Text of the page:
The best example of the wonderful way multiculturalism and diversity create one happy family all singing kumbaya by the fireside is the now defunct USSR and its satellites. From the October revolution, which happened in November until its downfall more than 60 years later the brotherhood of man was all they preached and the only alternate offered was the silence of the grave, yet the smallest rip in this fabric of lies tore it all to shreds and brought the whole edifice tumbling down. The Hungarian wanted nothing to do with Pole, the Czech hated the Slovak, even the Georgians, with their hero Stalin, pissed on his grave and wanted all Russians out of what was the heart of Russia. There were no more communists, peasants and workers united, there were what there always was, Latvians and Estonians and Ukrainians and Kyrgyz and Tartars and a myriad of others that had forcibly been thrown into one pot, even after generations they knew who they were and they wanted out. The Kommisars of today may be different, they may not hold a gun but a cheque book, a promise of this or that or a threat but their means and motives are the same and they too are doomed. Since man started walking upright he has been a social animal and has formed societies, societies whose survival depended on xenophobia, to protect the group from outsiders who only come because they want what you have. The Romans did not conquer most of the then known world because they wanted to export democracy and culture, they came to loot and loot they did until they grew so rich and lazy that the looters employed the looted to do their looting for them, surprise surprise, the first ones they looted were the Romans themselves. Throughout history there has been a migration from the poorer regions to the richer ones, it is human nature to want more and a better life. Those who did not resist were conquered. There is no need to look back for 100,s of years, this is happening today. The best example may well be the Ivory coast. Wealthy and prosperous, biggest cocoa producer in the world. Cocoa is labour intensive, when you are wealthy, you do not need to do your own dirty work and there were all those poor starving Muslims in the neighbouring countries who were only to happy to come and do the work. Come they did and they did more than work, they bred, bred like flies and suddenly comes the cry ” we are from the Ivory coast, we want our rights” and their rights are suddenly the entire country. Just think of that the next time you hire a Mexican to do your own dirty work.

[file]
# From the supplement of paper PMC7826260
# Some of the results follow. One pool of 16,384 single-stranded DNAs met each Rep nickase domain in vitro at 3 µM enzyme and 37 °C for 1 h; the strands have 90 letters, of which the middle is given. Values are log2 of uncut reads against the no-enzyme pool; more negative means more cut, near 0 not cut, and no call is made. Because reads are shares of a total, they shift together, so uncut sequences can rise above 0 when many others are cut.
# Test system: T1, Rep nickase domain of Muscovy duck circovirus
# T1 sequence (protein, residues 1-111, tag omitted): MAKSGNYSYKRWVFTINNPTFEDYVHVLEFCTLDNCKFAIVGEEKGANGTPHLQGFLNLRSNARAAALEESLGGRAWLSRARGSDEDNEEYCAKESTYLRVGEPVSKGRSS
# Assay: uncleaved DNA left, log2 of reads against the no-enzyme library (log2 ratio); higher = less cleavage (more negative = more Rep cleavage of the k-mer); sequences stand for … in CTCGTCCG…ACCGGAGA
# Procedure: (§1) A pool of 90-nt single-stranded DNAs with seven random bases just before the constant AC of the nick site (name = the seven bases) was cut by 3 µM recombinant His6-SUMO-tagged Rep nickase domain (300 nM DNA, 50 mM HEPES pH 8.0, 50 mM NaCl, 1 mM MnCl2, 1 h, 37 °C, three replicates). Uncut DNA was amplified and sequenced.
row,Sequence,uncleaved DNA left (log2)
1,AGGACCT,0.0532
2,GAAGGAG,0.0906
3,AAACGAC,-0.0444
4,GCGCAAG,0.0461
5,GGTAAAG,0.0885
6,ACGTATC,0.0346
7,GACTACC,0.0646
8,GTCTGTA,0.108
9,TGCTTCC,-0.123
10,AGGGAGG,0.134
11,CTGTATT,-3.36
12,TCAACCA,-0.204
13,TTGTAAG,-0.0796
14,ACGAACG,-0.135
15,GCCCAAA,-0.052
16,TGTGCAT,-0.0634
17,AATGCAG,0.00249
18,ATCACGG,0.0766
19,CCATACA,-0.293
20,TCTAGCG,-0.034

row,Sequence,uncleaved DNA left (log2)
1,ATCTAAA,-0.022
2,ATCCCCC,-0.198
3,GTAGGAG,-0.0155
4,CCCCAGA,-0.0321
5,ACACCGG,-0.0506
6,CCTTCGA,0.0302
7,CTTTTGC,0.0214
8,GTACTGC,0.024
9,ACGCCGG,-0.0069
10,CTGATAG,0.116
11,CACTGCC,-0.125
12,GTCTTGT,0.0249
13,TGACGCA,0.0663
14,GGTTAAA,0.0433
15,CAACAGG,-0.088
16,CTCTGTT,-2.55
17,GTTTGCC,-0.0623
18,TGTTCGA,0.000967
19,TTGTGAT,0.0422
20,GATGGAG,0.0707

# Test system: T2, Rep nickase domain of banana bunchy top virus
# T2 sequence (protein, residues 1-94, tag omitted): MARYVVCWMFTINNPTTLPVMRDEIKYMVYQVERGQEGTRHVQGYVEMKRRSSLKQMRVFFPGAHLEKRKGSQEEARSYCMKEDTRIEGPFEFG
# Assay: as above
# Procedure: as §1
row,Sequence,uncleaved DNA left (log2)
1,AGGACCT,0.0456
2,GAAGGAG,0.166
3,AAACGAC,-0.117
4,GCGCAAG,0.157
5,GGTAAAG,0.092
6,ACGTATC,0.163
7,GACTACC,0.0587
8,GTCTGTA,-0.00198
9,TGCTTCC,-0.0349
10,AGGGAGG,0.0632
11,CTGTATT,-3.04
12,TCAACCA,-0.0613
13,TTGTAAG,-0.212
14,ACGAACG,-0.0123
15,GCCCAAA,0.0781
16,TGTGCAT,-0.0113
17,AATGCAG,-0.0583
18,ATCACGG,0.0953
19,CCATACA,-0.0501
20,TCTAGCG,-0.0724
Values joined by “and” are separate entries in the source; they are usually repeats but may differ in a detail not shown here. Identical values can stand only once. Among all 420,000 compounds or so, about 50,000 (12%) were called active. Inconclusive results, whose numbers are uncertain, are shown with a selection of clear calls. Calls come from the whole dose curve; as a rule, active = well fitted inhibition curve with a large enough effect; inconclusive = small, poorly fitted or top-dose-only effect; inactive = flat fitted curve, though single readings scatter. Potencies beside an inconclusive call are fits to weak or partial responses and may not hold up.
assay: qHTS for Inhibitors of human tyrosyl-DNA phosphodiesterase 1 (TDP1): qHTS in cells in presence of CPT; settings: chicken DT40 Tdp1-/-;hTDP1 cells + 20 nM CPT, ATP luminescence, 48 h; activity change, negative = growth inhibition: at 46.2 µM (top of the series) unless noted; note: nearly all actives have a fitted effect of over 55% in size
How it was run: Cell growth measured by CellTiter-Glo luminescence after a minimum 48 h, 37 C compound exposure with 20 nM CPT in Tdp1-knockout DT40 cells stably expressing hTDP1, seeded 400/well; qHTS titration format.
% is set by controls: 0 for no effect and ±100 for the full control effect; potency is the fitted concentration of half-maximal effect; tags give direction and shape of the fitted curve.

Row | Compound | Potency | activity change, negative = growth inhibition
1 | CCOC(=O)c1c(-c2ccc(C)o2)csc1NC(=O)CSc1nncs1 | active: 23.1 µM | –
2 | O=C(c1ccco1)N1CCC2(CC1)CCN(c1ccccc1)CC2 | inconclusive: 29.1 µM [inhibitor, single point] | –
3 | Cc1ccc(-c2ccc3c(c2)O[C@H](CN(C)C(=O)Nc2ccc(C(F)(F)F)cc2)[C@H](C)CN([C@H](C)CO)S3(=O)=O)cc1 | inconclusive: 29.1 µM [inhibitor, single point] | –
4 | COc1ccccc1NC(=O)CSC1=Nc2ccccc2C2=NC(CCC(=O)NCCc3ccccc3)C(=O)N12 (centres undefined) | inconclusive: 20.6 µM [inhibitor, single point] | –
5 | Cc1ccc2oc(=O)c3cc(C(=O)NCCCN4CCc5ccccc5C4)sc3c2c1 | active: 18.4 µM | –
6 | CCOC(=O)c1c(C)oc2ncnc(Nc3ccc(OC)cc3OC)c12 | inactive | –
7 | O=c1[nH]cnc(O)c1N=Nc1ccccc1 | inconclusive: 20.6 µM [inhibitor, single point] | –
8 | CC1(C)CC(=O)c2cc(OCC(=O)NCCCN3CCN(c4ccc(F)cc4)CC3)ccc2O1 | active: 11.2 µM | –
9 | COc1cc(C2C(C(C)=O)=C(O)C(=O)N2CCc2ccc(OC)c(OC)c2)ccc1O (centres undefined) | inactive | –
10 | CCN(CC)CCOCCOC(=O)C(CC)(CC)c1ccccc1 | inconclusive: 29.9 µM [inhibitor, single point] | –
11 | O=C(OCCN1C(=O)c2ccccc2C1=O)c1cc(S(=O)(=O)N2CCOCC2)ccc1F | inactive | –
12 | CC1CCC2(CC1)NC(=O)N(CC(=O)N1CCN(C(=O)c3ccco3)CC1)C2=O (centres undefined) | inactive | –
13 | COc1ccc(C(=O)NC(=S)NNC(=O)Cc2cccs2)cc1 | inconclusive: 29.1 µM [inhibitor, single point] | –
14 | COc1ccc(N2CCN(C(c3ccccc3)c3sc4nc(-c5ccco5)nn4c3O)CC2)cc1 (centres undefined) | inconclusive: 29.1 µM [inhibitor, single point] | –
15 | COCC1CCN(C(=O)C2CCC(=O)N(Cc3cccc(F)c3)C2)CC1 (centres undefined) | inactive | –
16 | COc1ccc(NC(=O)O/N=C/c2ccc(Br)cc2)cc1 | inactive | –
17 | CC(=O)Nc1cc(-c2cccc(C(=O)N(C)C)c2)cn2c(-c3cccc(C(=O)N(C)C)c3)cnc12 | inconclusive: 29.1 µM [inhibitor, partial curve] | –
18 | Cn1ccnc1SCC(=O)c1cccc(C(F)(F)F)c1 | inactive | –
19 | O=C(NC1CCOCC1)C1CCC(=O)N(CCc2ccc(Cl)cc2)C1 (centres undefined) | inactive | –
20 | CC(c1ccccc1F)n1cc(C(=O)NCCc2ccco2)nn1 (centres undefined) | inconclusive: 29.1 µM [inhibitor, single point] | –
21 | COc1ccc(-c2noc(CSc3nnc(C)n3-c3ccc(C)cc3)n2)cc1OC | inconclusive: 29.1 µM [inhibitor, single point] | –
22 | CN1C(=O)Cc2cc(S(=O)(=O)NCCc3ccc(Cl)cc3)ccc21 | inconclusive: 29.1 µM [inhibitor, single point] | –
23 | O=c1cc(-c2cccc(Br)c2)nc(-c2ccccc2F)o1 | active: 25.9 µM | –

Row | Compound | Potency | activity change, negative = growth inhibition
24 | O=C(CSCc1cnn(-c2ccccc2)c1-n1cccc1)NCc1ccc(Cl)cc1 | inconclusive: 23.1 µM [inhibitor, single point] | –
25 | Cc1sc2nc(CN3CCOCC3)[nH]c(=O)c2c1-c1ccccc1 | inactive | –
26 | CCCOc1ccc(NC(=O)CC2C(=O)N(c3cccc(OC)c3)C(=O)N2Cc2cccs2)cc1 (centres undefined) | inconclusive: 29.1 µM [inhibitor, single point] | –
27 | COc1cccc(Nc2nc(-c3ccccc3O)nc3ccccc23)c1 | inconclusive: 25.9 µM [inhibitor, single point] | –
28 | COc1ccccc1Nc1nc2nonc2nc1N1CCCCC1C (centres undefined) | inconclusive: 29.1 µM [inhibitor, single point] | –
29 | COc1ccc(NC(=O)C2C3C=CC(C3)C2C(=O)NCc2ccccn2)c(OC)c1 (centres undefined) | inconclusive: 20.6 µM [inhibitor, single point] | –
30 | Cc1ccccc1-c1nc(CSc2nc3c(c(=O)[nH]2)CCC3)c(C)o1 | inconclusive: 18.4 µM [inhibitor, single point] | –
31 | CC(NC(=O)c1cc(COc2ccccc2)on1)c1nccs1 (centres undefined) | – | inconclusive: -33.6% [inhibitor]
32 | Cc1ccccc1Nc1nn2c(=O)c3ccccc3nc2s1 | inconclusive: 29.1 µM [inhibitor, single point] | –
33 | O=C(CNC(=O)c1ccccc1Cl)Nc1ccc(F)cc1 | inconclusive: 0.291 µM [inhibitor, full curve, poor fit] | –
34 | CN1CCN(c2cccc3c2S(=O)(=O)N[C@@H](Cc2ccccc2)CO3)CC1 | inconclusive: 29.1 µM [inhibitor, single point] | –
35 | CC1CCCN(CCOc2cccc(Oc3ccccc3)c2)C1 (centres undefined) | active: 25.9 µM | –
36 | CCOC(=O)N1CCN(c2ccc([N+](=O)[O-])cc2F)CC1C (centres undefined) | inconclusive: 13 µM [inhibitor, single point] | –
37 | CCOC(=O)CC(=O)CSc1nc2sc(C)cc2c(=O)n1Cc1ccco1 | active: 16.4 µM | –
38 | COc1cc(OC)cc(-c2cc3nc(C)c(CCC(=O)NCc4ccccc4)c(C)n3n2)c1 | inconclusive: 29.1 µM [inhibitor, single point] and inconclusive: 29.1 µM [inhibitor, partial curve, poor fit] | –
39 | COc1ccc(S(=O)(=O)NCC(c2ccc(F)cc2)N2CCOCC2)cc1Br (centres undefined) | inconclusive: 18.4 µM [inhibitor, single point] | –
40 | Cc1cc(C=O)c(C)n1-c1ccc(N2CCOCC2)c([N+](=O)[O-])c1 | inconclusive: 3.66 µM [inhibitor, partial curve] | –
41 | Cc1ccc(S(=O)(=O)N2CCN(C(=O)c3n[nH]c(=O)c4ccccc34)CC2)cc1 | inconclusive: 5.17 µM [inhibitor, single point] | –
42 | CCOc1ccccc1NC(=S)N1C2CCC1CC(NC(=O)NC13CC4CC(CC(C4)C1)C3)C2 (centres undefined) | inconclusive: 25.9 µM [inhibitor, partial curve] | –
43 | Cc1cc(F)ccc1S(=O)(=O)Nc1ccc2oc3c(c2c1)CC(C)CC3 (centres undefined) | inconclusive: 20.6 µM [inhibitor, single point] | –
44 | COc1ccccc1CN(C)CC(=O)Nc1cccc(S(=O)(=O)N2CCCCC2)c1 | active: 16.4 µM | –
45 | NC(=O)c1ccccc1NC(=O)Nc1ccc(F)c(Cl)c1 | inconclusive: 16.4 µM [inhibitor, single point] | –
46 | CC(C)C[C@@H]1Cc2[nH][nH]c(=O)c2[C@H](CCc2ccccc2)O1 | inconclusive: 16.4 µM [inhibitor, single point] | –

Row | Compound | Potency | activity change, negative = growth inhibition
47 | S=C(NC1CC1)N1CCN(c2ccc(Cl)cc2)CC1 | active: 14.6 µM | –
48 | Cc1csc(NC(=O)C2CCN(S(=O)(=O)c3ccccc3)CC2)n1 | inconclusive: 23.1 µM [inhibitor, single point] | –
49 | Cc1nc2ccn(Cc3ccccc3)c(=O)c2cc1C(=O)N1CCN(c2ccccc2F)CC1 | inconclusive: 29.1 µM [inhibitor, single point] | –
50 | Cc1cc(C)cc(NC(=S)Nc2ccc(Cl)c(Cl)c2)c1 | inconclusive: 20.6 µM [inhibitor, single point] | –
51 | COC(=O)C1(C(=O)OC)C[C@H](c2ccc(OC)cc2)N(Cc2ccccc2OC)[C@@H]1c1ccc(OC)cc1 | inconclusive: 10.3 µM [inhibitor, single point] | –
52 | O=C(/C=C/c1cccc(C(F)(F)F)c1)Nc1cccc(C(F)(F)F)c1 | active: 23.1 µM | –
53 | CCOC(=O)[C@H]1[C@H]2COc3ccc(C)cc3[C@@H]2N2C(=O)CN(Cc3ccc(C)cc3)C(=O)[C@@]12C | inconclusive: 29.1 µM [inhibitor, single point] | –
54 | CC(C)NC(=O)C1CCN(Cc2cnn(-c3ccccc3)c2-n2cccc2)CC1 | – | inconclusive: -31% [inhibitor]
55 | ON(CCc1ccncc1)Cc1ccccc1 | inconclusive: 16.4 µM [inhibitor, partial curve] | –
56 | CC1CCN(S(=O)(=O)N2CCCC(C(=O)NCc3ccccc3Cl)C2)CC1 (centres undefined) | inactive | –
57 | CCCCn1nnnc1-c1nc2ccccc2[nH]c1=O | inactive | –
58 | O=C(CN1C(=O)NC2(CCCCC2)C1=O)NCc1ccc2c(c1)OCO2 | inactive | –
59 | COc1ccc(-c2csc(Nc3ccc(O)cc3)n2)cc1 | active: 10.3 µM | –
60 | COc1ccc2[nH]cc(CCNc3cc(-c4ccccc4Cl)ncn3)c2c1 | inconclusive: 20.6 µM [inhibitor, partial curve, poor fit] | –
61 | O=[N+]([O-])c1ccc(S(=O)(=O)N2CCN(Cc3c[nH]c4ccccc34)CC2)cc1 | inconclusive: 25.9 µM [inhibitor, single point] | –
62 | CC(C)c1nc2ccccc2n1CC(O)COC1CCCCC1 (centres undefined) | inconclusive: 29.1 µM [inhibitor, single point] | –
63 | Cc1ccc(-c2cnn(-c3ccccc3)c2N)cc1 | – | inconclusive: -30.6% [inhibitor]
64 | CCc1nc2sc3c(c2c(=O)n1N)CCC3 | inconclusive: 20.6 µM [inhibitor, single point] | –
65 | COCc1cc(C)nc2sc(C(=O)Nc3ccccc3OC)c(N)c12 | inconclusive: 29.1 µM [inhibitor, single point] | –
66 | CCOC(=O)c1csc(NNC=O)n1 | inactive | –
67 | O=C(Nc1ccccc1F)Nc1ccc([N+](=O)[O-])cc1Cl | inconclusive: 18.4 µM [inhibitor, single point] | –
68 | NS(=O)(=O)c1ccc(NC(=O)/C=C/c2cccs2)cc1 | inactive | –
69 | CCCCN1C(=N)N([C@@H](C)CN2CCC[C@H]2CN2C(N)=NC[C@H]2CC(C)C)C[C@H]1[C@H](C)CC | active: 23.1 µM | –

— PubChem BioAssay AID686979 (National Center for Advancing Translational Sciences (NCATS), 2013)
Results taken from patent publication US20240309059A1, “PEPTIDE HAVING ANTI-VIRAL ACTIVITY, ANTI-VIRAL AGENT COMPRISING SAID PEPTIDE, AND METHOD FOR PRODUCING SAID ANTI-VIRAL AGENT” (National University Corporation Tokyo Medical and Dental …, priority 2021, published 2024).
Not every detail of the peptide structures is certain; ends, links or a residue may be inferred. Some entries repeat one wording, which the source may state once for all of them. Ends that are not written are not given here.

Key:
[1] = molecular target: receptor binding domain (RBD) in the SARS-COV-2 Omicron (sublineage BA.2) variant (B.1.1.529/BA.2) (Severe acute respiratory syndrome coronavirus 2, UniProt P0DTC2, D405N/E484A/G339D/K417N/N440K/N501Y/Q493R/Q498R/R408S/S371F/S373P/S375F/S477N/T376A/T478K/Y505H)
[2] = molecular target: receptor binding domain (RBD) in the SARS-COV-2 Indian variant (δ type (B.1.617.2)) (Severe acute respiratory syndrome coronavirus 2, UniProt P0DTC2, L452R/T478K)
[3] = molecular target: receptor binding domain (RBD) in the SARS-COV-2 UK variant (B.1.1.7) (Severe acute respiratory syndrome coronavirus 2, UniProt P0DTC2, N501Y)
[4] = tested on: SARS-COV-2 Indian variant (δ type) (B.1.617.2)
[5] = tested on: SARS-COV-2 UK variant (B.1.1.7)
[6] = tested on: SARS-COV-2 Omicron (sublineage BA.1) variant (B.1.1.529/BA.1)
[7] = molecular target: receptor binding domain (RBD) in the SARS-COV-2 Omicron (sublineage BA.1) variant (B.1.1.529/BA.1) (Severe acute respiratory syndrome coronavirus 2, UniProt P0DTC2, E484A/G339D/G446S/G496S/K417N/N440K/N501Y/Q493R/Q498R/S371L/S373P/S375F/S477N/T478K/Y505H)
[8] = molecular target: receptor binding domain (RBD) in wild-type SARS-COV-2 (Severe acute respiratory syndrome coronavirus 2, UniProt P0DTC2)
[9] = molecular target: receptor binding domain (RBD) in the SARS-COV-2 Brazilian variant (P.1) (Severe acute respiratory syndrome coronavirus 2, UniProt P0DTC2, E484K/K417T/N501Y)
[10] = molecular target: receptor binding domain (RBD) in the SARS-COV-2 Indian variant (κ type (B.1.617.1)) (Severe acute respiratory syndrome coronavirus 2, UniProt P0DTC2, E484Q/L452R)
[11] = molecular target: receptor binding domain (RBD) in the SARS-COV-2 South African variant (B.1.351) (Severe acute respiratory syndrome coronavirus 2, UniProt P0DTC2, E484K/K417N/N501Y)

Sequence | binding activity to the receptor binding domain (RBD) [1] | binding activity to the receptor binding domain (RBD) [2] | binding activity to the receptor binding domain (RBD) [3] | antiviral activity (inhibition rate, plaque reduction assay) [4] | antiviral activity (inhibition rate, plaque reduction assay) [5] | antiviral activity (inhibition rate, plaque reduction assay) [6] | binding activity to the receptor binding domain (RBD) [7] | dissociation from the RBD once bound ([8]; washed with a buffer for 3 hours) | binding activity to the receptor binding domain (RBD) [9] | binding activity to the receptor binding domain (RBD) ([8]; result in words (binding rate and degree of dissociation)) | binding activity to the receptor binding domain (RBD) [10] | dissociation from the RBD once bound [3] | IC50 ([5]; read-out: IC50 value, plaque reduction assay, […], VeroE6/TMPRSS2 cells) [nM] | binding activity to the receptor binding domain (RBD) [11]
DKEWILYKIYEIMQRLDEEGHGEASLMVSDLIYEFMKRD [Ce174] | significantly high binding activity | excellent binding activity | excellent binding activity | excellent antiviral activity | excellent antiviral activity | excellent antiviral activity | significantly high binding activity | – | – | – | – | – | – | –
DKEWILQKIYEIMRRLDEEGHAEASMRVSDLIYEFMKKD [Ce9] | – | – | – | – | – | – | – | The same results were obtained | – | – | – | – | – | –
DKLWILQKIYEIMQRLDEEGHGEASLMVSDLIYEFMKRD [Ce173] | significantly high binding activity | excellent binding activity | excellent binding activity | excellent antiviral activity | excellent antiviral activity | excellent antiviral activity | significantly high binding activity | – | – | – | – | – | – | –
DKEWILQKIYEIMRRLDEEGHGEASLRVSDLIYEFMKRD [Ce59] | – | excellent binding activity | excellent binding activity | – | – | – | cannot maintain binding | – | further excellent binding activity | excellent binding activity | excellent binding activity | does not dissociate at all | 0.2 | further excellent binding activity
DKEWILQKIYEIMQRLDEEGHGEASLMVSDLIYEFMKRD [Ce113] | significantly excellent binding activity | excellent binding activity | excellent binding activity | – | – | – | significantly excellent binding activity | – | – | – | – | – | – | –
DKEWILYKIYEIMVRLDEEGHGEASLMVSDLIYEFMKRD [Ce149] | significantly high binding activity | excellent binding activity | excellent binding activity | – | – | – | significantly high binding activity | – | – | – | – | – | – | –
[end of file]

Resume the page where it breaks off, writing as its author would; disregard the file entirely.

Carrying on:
With all this diversity it is well to remember that xenophobia is so ingrained in human nature because it is the only thing that gave our society the breathing space to develop to the stage it has reached.

  • Anonymous

    “His proof? That WASP-run, WASP-founded America managed to absorb the European ethnics who swarmed in at the turn of the 20th century. This lesson in happy history ignores blacks and Indians, who have been here a lot longer than the white ethnics but are still not absorbed. Prof. Putnam does mention in passing “the possibly more visible distinctiveness of contemporary migrants,” but doesn’t seem to think this will make any difference.”

    The WASP-run, WASP-founded America didnt manage to absorb the European ethnics. The WASPs were replaced in media, academia, finance and eventually the very helms of society by the chosen ones without doing much to defend themselves.

    Those euro ethnics fragmented the white american stock something disastrously. What does an irish-german-greek american have in common with a norwegian-scot-russian american? No common history, no common blood, no common culture (compare the south with the northeast) nothing at all besides a white identity. And that white identity is very very weak.

    This is very visible when you compare american white nationalists with european nationalists, the latter are bound by common blood, common history and a common culture, and on top of that they are all white as well. American whites are much more diverse and atomized than european whites. It doesnt look good.

  • Anonymous

    Poster #14 says,

    Those euro ethnics fragmented the white american stock something disastrously. What does an irish-german-greek american have in common with a norwegian-scot-russian american? No common history, no common blood, no common culture (compare the south with the northeast) nothing at all besides a white identity. And that white identity is very very weak.

    —————————————-

    I am a mixture of German, Norwegian and English stock. Are you saying that mixed European Whites have no common blood? I beg to differ. You say we of different “mixed” WHITE blood nationalities are not of the White race? Of course we are.

  • Tired of Posting

    Quite apropos; I forget which NPR (APM?) show it was but, it was about how little we trust … anything, anymore. I wish they’d interviewed someone who laid out the diversity angle.

    War is peace. Freedom is slavery. Diversity is Strength.

    (They leave themselves open with that flavor of slogan.)

  • LIBERTYSINCURSION

    “Either Harvard is not what it used to be”,,, Harvard indeed is certainly not what it used to be < Cornell West, anyone? )